Enterobacter Cloacae Septicemia

Written by martine altidor
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Enterobacter Cloacae Septicemia
Culture media used to grow bacteria (Bacteria Colonies image by ggw from Fotolia.com)

Septicaemia is defined as the presence of pathogenic microorganisms in the blood (e.g., bacteria and viruses) actively replicating and causing a whole-body inflammatory response. Clinical symptoms which present are usually fever, tachycardia and organ dysfunction. Septicaemia is a frequent cause of death in immuno-compromised patients.

Enterobacter cloacae is a clinically significant hospital-acquired bacteria, especially responsible for intravenous line contamination and urinary tract infections. Endocarditis and lower respiratory tract infections are also caused by the bacteria.

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Classification

The Enterobacter cloacae species belongs to the family of Enterobacteriaceae, genus Enterobacter. Enterobacter cloacae is a moderately sized (0.3 to 1.0 x 1.0 to 6.0 µm), gram negative, facultative anaerobic bacilli with peritrichous flagella (i.e., flagella surrounding the entire surface of the bacteria allowing it to move). The facultative anaerobic capacity of Enterobacter cloacae allows it to respire normally when oxygen levels are low or depleted.

Enterobacter cloacae is found globally in both adult and neonatal intensive care units. However, the organism naturally occurs in contaminated water, sewage, soil, meat, and as part of the normal flora of the human gut.

Clinical Significance

Enterobacter cloacae is an opportunistic bacteria, meaning, if the patient's immune system is weakened, the bacteria will take this advantage and replicate, releasing toxins and stressing the lungs, kidneys, heart, skin, and other tissues. The bacteria is hugely responsible for frequent and aggressive nosocomial (hospital-acquired) infections, with a high mortality and morbidity rate. This rate is hugely determined on whatever underlying condition the patient is suffering from (e.g., cancer, HIV). Reported rates of mortality has been estimated to range from six to 40 per cent, with some hospitals estimating as high as 87 per cent.

Septicaemia caused by this bacteria is made complicated by its inherently resistant genomics. Antibiotic therapy can be rendered completely ineffective because of its ability to resist many antibitocs such as narrow-spectrum penicillins.

Transmission

The main route of acquired septic infection is typically through a break in the skin or an infected area allowing bacteria to enter the bloodstream. With a septic patient, the source of infection may be a contaminated intravenous line (i.e., central venous lines, urinary catheters), burns, gastrointestinal ulcers, surgical wound, pelvic abscess or urinary tract.

Hospital environments are key in transmitting this bacteria to the patient. As bacteria are usually acquired through human to human contact, it is usually advised that proper hand washing is performed to reduce the spread of the bacteria. There have been investigative reports which have found Enterobacter cloacae on hospital equipment, stethoscopes, floors, patient bathrooms and even water supplies.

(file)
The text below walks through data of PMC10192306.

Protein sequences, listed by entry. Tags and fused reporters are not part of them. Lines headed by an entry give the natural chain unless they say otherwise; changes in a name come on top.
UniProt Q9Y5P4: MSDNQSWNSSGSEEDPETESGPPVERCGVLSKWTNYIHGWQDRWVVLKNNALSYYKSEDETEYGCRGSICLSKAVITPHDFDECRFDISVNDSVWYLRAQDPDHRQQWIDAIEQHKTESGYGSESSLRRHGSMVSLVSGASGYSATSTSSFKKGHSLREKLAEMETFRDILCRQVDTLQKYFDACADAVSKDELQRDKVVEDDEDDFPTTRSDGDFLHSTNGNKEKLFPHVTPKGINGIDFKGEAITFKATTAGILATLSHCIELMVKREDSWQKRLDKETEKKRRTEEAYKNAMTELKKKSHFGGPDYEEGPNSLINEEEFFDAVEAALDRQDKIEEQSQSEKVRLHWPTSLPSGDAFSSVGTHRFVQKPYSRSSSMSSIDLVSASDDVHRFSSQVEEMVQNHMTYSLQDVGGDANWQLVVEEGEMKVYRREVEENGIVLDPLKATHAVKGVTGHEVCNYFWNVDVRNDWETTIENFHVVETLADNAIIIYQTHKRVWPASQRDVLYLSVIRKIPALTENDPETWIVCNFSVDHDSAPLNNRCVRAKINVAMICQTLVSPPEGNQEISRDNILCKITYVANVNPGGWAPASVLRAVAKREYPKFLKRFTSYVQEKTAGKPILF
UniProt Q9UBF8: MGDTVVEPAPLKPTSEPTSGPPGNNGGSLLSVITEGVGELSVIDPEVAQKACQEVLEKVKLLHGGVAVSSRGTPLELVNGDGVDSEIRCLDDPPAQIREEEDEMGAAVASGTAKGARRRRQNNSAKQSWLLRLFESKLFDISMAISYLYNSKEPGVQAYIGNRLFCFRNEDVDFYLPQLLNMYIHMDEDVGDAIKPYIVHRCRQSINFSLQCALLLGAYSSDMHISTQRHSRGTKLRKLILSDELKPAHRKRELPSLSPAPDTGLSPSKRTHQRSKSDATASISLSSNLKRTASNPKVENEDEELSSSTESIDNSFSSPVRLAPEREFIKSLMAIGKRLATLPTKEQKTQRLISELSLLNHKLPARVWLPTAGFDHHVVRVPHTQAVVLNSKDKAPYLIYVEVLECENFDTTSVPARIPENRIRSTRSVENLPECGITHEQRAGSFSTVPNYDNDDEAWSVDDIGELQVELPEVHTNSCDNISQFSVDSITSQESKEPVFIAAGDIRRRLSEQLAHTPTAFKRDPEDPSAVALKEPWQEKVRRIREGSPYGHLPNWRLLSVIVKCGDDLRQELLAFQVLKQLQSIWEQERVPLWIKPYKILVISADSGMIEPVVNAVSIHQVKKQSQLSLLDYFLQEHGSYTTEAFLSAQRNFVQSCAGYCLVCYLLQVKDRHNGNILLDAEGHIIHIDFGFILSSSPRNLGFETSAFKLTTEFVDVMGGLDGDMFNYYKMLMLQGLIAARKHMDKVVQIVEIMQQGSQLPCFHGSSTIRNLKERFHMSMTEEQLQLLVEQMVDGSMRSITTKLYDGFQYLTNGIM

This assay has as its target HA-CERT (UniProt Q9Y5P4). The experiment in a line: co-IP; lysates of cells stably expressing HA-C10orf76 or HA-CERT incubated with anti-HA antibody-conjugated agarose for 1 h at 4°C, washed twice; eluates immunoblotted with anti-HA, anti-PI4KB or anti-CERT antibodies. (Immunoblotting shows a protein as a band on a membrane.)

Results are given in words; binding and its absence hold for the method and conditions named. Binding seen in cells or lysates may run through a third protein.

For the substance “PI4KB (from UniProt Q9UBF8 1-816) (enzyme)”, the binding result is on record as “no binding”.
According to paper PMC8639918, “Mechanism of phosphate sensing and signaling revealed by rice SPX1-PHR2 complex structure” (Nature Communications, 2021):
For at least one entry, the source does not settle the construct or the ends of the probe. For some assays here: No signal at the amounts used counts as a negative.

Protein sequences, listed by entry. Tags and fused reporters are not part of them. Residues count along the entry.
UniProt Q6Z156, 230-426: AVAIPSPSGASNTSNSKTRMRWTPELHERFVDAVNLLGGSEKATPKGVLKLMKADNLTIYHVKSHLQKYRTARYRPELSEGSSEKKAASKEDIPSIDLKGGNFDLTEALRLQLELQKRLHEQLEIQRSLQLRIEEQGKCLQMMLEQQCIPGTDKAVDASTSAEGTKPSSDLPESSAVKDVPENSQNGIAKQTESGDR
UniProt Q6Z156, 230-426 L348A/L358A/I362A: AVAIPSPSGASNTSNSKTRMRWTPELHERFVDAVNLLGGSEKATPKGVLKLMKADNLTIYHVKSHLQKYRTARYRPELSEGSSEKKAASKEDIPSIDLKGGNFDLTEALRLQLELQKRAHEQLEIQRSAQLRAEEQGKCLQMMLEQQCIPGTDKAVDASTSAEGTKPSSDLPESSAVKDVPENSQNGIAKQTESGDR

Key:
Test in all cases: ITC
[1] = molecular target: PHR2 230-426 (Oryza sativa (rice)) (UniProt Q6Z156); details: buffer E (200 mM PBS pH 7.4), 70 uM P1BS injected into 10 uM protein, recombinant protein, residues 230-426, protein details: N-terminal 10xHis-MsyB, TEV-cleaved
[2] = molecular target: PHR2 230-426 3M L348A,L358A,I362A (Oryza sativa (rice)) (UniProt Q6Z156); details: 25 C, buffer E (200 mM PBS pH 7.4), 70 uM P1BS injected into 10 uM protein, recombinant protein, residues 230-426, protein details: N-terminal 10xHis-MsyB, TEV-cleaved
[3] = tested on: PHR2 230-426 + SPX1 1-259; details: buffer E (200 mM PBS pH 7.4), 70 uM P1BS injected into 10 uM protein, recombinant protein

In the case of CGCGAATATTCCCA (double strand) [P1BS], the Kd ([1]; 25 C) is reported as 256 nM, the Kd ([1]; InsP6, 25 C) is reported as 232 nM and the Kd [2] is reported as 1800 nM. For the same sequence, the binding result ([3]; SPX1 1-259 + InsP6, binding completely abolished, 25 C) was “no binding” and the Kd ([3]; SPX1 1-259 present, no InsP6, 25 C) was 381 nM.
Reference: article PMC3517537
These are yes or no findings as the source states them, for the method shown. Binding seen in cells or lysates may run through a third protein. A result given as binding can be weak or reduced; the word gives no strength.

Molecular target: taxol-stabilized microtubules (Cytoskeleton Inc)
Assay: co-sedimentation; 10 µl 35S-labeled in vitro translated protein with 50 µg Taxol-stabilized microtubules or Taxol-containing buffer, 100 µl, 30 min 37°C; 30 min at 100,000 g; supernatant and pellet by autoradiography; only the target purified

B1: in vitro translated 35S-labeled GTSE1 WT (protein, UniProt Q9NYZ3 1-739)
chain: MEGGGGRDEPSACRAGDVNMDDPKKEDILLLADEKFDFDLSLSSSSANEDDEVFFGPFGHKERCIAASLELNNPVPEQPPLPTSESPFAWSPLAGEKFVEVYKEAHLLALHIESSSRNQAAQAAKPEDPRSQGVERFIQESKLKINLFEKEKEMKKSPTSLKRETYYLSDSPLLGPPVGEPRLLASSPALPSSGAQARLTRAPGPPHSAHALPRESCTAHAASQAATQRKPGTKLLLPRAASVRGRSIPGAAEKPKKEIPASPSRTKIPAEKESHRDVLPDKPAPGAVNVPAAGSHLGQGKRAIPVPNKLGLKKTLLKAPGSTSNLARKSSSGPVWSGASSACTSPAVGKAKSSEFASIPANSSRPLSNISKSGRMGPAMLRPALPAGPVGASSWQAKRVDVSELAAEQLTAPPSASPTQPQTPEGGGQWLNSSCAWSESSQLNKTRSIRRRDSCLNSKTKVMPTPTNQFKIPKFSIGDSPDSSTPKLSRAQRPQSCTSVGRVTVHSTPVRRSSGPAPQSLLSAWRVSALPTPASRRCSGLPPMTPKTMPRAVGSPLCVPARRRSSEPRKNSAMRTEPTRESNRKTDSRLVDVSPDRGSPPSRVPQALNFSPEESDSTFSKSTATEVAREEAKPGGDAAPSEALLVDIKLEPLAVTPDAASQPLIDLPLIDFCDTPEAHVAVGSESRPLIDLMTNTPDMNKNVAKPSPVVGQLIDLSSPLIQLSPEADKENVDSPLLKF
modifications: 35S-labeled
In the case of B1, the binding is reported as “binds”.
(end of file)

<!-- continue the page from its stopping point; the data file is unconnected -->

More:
Pathology

Septicaemia is a result of the patient's own immune response to a bacteria. The mechanism which causes septicaemia is highly involved, but in simple terms, an excessive inflammatory response causes the symptoms. It causes a myriad of complex changes at cellular, humoral and physiological levels.

The presence of the bacteria and its lipopolysaccharides stimulate the body's white blood cells to release cytokines, and additionally complement factors and antibodies. These mediators act in a haphazard way, with aims of quelling the invading pathogen. In their aim to help the host, they directly cause capillary leakage, organ dysfunction and shock. The combined effect of white blood cells and cytokines seeking to destroy the bacteria result in the extensive systemic effects.

Treatment

Antibiotic therapy with Enterobacter cloacae septicaemia is a very complicated issue. As previously stated, the bacteria is highly resistant to many established antibiotics for Gram-negative bacilli species. A physician will usually prescribe treatment based on laboratory results, the patients own sensitivity to a drug, and also if there is an underlying condition. Typical antibiotics are: Cefepime and Gentamicin.

Treatment not only focuses on antibiotics, but also on maintaining a hygienic stance to minimise any potential infections. This means, that intravenous lines are checked and cleaned regularly, along with any abscesses or wounds.

Enterobacter Cloacae Septicemia
Antibiotic resistance a big factor in treatment (pills image by Bradlee Mauer from Fotolia.com)

Warning

A physician has the medical knowledge and training to advise on diagnosis and treatments for septicaemia.

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